Lexington, Ky.—Aug. 30
Jodie Potts never planned to become an Appaloosa person. At 16 she was horse shopping and went out to a farm to try a warmblood they had for sale. But there was Comet II, an Appaloosa/Thoroughbred (Sombreado—Puf Tan, J.J.’s Joker).
“He was the horse that stuck around after everybody else went back out in the field and was like, ‘Hey. How you doing? I like people,’ ” she said. “And so I ended up buying him instead—my first break-in project at 16.
“That horse is worth his weight in gold,” she continued. “He got me through college, vet school, took him to my internship with me in Florida. He was fabulous. I could ride him twice a week, and he’d be the same horse, and I could just wrap my arms around him and cry on his shoulders for a little while because internships are stressful, and he was fantastic.”
Though “Comet” is now retired at 22 and has become Potts’s husband’s horse, her love for Appaloosas never dwindled.
She purchased Island Fever (Jokers Measleyone—Tooyountohonkytonk) in 2011 as an unbroke 6-year-old and Wapiti Byrd (Butterwap Confetti—Sherry Wine) in 2013 with just 90 days of training (which occurred eight months before she purchased him).
“It’s been a blast,” she said. “I have to be picky about which ones I try to take on, but I think the Appy-Thoroughbred cross is awesome. I love it; I wish more people would do it.
“They’re not for everybody,” she continued. “They have loud personalities, but I always find that they are relatively sound. They try hard for you. Once you win their trust and don’t mess that up, then they’re ‘Yeah, I’m with you. Let’s do this.’ ”
Potts has done all of the training on her horses herself. She said both horses were pretty easy to start, though “Fever” was a work in progress in dressage. They went from scoring 50 penalty points in dressage at beginner novice, and now they’re qualified for the GAIG/USDF Region 1 Dressage Championships (North Carolina).
Potts brought both of her horses to the 2019 USEA American Eventing Championships, with “Byrd” finishing eighth in the Bates preliminary amateur division and Fever finishing 16th in the training amateur division.
When she’s not riding, Potts, who resides in Upperville, Virginia, works as a small animal veterinarian.
“Variety is the spice of life,” she said. “I work four days a week, long days. I do 1 ½-2-hour commute every day. Most of the time, I end up getting up before work to ride one or two of them. It’s the amateur life. And on days off I’m like, ‘Sorry husband.’ I’ll get up every day early, so I can have a day off and spend with the husband because he’s very understanding, very supportive, but I don’t want him to feel too neglected.”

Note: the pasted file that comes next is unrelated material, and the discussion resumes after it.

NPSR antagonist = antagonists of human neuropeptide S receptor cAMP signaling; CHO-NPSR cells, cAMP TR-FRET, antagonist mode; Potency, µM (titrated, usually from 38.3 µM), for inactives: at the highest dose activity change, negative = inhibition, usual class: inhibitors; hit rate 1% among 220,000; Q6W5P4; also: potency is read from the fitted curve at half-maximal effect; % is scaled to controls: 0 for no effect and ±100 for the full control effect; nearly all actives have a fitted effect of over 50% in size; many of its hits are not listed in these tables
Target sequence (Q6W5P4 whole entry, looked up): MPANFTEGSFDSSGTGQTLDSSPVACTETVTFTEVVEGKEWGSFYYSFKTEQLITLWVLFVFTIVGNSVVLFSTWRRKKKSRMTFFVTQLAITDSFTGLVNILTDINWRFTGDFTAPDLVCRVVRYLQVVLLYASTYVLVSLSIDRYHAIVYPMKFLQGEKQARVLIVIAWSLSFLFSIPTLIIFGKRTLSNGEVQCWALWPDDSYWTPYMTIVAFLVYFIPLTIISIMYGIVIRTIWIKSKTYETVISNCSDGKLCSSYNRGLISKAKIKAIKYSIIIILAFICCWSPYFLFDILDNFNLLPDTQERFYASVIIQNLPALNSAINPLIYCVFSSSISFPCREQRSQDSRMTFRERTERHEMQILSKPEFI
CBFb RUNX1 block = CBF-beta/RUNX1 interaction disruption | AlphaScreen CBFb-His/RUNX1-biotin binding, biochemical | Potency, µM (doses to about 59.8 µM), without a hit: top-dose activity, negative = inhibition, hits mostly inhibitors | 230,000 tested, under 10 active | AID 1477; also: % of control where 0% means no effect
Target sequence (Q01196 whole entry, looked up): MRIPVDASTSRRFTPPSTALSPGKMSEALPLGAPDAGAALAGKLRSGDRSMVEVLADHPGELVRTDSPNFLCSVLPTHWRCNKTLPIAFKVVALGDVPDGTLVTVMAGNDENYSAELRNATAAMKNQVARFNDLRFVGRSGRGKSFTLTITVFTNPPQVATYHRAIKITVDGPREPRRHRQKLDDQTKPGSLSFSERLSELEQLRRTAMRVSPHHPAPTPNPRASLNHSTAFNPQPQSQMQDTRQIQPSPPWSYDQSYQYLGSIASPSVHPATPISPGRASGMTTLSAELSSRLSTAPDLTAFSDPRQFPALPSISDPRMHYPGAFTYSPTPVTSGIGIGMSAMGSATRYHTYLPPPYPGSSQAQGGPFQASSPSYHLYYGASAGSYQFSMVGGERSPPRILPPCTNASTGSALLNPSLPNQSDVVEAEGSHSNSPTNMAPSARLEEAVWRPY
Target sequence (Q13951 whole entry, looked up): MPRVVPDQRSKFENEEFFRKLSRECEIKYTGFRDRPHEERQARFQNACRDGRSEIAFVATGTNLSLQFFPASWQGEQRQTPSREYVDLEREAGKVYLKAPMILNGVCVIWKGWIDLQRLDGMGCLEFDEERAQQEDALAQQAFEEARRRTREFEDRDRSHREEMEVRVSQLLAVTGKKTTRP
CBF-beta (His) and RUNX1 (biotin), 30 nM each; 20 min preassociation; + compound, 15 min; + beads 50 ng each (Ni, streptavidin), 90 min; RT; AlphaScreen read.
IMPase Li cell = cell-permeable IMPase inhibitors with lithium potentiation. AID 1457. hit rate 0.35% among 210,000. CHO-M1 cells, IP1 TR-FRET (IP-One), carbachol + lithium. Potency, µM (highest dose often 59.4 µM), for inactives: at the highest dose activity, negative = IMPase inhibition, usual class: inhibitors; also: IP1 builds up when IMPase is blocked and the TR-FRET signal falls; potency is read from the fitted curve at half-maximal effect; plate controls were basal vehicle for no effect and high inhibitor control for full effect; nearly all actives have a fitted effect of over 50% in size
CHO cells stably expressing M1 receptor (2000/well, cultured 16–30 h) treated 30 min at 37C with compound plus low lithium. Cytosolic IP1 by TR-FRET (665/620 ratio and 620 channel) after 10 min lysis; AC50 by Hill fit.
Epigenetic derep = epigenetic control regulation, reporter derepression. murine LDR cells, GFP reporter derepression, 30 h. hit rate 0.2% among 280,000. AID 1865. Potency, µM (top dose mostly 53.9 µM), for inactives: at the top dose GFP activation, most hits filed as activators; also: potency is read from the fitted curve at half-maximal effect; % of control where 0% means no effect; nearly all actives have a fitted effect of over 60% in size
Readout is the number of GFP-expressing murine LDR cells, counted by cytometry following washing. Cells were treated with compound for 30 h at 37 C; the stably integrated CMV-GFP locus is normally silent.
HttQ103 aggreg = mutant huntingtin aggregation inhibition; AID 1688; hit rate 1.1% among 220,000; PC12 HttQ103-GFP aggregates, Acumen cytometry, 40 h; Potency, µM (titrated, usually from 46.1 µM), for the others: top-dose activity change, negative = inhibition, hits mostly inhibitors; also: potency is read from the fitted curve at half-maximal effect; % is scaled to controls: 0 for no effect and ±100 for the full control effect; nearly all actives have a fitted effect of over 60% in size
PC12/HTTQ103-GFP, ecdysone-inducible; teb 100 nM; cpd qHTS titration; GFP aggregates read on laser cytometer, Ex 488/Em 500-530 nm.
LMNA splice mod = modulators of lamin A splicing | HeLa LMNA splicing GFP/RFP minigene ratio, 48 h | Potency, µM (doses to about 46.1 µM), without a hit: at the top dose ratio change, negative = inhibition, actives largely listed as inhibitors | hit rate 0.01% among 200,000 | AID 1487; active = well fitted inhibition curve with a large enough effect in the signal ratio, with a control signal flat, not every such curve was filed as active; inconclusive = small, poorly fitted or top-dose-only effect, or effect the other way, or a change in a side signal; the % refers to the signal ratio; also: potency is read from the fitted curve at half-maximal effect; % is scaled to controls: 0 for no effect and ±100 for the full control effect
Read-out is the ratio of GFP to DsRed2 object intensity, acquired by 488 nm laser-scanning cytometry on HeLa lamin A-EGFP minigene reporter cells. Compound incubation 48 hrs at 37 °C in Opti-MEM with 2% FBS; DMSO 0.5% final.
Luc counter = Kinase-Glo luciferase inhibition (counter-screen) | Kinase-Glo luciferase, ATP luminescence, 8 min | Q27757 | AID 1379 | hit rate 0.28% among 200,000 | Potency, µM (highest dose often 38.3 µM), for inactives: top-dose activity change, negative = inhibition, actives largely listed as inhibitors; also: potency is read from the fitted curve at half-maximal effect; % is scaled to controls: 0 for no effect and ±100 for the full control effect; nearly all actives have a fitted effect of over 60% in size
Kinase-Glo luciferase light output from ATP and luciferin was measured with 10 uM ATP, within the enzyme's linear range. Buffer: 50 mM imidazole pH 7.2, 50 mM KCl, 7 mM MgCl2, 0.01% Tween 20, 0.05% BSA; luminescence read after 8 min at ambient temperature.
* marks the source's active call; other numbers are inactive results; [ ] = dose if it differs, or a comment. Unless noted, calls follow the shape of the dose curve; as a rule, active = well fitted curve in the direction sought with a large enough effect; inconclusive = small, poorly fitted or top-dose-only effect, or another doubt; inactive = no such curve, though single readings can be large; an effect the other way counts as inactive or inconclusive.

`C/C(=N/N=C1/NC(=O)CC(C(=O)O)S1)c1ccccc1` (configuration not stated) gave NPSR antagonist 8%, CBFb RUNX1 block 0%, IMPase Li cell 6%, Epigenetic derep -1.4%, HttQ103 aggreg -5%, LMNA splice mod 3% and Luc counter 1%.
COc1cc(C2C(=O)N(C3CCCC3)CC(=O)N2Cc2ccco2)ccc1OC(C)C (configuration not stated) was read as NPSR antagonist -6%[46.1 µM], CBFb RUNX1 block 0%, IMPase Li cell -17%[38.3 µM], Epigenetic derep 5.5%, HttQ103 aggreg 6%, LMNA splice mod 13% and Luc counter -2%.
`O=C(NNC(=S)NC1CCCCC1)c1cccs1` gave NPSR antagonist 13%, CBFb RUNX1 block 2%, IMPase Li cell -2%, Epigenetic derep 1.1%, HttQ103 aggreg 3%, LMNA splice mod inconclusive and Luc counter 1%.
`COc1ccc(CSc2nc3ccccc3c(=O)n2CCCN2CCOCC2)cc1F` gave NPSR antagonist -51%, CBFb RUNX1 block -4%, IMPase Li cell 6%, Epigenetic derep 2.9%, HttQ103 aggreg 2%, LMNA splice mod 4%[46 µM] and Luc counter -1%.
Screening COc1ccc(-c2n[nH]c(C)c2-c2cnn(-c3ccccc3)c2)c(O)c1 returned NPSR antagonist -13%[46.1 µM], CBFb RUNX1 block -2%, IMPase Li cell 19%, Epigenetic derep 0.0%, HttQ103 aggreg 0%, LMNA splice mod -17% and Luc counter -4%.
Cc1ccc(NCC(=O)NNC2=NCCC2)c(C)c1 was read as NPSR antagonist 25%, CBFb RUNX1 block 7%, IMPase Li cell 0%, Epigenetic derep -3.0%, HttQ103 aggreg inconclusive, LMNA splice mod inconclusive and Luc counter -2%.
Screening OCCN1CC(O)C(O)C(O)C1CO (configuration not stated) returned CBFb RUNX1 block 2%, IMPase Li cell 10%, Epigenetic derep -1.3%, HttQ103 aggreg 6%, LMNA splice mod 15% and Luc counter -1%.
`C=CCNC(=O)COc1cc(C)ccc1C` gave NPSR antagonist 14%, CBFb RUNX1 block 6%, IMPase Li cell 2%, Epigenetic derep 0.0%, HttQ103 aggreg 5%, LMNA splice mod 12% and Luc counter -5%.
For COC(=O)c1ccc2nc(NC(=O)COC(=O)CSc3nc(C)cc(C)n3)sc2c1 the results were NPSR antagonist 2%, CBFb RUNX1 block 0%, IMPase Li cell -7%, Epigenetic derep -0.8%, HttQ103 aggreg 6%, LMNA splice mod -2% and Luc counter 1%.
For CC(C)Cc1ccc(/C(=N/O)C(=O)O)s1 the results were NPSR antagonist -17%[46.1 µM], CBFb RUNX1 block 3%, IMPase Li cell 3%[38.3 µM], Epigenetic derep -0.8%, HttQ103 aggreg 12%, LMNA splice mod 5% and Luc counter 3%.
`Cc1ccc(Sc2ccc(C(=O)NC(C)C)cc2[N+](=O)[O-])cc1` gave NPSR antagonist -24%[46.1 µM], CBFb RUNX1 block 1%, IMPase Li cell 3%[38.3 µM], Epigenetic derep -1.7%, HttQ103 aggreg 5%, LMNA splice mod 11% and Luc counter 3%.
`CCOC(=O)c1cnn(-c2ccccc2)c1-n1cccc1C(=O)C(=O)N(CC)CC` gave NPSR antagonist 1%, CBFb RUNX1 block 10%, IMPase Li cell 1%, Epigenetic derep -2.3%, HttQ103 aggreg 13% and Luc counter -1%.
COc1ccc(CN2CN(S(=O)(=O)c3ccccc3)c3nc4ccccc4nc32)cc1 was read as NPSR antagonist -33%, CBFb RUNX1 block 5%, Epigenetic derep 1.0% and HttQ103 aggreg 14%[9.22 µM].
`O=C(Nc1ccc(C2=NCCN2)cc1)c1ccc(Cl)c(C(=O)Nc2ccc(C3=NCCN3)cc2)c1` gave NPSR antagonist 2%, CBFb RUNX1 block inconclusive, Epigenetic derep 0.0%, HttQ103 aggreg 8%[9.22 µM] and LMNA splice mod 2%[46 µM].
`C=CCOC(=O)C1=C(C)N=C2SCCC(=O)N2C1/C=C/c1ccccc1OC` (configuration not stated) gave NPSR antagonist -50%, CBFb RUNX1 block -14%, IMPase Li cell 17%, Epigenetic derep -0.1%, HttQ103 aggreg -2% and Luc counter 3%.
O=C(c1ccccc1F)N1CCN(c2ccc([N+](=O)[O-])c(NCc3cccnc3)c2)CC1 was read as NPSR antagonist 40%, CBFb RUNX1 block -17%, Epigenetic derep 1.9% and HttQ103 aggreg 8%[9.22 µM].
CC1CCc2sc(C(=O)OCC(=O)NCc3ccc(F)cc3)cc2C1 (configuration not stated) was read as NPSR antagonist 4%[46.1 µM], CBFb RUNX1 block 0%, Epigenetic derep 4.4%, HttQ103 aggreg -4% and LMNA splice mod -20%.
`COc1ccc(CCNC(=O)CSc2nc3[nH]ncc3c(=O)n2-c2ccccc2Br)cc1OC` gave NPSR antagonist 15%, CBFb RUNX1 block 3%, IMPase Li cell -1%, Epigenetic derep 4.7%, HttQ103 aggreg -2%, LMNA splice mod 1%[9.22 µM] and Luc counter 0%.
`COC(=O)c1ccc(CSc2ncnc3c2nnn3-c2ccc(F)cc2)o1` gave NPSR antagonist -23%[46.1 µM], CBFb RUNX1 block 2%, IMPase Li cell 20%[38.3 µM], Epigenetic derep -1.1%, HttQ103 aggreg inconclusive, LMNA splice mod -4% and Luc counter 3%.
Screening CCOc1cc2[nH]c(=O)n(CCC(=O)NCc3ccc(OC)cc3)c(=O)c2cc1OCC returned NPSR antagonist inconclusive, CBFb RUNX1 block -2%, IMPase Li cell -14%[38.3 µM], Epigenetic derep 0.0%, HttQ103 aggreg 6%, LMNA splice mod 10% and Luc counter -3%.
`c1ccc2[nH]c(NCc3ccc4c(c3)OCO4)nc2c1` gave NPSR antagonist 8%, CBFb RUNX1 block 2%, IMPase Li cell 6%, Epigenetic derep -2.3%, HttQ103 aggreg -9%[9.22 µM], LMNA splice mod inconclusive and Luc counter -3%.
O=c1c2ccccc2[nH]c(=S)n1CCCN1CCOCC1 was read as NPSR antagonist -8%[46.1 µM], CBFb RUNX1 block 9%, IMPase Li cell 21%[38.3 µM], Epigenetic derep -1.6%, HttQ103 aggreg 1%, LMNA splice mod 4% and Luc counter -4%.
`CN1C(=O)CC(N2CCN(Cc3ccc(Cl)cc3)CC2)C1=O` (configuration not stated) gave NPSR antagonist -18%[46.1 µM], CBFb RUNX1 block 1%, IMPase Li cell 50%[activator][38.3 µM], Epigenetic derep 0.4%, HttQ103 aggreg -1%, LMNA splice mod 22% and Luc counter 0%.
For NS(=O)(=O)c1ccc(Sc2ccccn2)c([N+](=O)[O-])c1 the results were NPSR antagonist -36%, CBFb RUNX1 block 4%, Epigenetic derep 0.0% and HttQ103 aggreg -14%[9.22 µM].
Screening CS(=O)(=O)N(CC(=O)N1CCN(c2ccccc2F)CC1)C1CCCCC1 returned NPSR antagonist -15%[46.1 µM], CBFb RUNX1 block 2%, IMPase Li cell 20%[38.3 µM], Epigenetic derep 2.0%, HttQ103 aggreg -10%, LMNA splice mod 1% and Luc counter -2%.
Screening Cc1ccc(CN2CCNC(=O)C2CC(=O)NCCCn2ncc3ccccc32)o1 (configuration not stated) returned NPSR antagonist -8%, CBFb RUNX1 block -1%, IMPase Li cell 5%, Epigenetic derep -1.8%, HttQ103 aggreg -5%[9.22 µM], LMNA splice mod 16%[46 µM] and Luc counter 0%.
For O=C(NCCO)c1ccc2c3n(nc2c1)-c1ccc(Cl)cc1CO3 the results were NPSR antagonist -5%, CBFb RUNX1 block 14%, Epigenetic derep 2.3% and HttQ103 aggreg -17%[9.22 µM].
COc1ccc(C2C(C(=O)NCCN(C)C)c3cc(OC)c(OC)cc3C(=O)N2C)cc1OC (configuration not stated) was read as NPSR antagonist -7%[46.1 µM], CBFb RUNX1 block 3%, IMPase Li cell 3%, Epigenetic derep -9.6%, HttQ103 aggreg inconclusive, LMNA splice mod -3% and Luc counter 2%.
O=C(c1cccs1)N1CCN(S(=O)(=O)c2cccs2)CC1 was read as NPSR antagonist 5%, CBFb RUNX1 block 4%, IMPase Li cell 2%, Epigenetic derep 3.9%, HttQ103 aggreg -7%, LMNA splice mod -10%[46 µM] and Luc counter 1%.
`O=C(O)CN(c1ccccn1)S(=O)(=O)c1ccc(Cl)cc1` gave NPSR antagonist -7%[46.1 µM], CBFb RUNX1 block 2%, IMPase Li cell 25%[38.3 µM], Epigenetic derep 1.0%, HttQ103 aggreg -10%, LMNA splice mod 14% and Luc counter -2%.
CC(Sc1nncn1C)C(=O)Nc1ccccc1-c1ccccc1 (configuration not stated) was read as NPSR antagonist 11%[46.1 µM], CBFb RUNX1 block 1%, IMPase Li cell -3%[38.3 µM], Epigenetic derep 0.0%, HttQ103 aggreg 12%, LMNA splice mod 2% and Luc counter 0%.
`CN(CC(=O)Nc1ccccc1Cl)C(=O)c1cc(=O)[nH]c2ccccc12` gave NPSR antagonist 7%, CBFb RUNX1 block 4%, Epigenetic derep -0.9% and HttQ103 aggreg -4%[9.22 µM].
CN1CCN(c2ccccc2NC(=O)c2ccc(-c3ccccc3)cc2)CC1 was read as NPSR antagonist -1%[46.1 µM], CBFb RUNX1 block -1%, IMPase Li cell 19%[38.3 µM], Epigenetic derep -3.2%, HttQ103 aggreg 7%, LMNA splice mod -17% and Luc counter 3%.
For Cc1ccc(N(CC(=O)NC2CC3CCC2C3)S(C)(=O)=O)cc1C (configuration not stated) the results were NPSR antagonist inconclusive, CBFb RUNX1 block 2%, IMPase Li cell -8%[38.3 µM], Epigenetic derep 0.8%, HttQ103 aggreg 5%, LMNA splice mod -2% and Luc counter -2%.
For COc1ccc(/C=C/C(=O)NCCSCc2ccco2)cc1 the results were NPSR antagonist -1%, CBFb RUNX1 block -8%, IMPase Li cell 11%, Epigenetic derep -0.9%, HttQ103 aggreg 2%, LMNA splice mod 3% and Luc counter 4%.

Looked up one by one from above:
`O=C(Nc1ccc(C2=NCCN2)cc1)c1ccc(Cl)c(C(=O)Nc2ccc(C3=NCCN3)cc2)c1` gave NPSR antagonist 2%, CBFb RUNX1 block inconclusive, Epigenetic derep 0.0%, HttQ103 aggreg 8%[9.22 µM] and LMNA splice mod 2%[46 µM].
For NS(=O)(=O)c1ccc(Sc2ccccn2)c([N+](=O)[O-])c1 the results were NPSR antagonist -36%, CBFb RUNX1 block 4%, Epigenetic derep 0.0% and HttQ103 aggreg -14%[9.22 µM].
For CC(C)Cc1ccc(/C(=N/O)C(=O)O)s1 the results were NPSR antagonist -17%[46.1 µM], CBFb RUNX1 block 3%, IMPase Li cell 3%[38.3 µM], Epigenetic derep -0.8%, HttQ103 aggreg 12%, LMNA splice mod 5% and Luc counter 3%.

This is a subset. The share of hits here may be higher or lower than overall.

Potts keeps her horses at home, so she doesn’t get a ton of riding done in the winter months unless she hacks to a nearby indoor.
“I am tired most of the time, and that’s OK because there is this fiery passion burning inside me to do all this stuff, and I would rather be that way than not do it,” she said. “And I think that’s what the amateur thing’s all about, honestly. There are many people who have the same story as I do. Some people don’t do it with two, but I’m lucky enough that I can afford to do it with two, and I have the ability physically and financially and emotionally to get it done.
“Just grateful that I have two rides, and it makes me so much more flexible because if I only had one or the other, then I would have no idea how to ride type No. 2 if I only had type No. 1,” she continued. “So it’s really making me well rounded, so I’m hoping to keep that going in the grand scheme of things. It’s hard, but it’s worth it.”
The Chronicle is on-site at the USEA American Eventing Championships bringing you coverage and beautiful photos from the competition. If you know a pair with a unique story, email Kimberly at email@example.com.
Ride times and live scoring are here: https://eventing.startboxscoring.com/eventsr/aec/ht0819/
The schedule is available here: https://useventing.com/events-competitions/aec/aec-schedule-of-events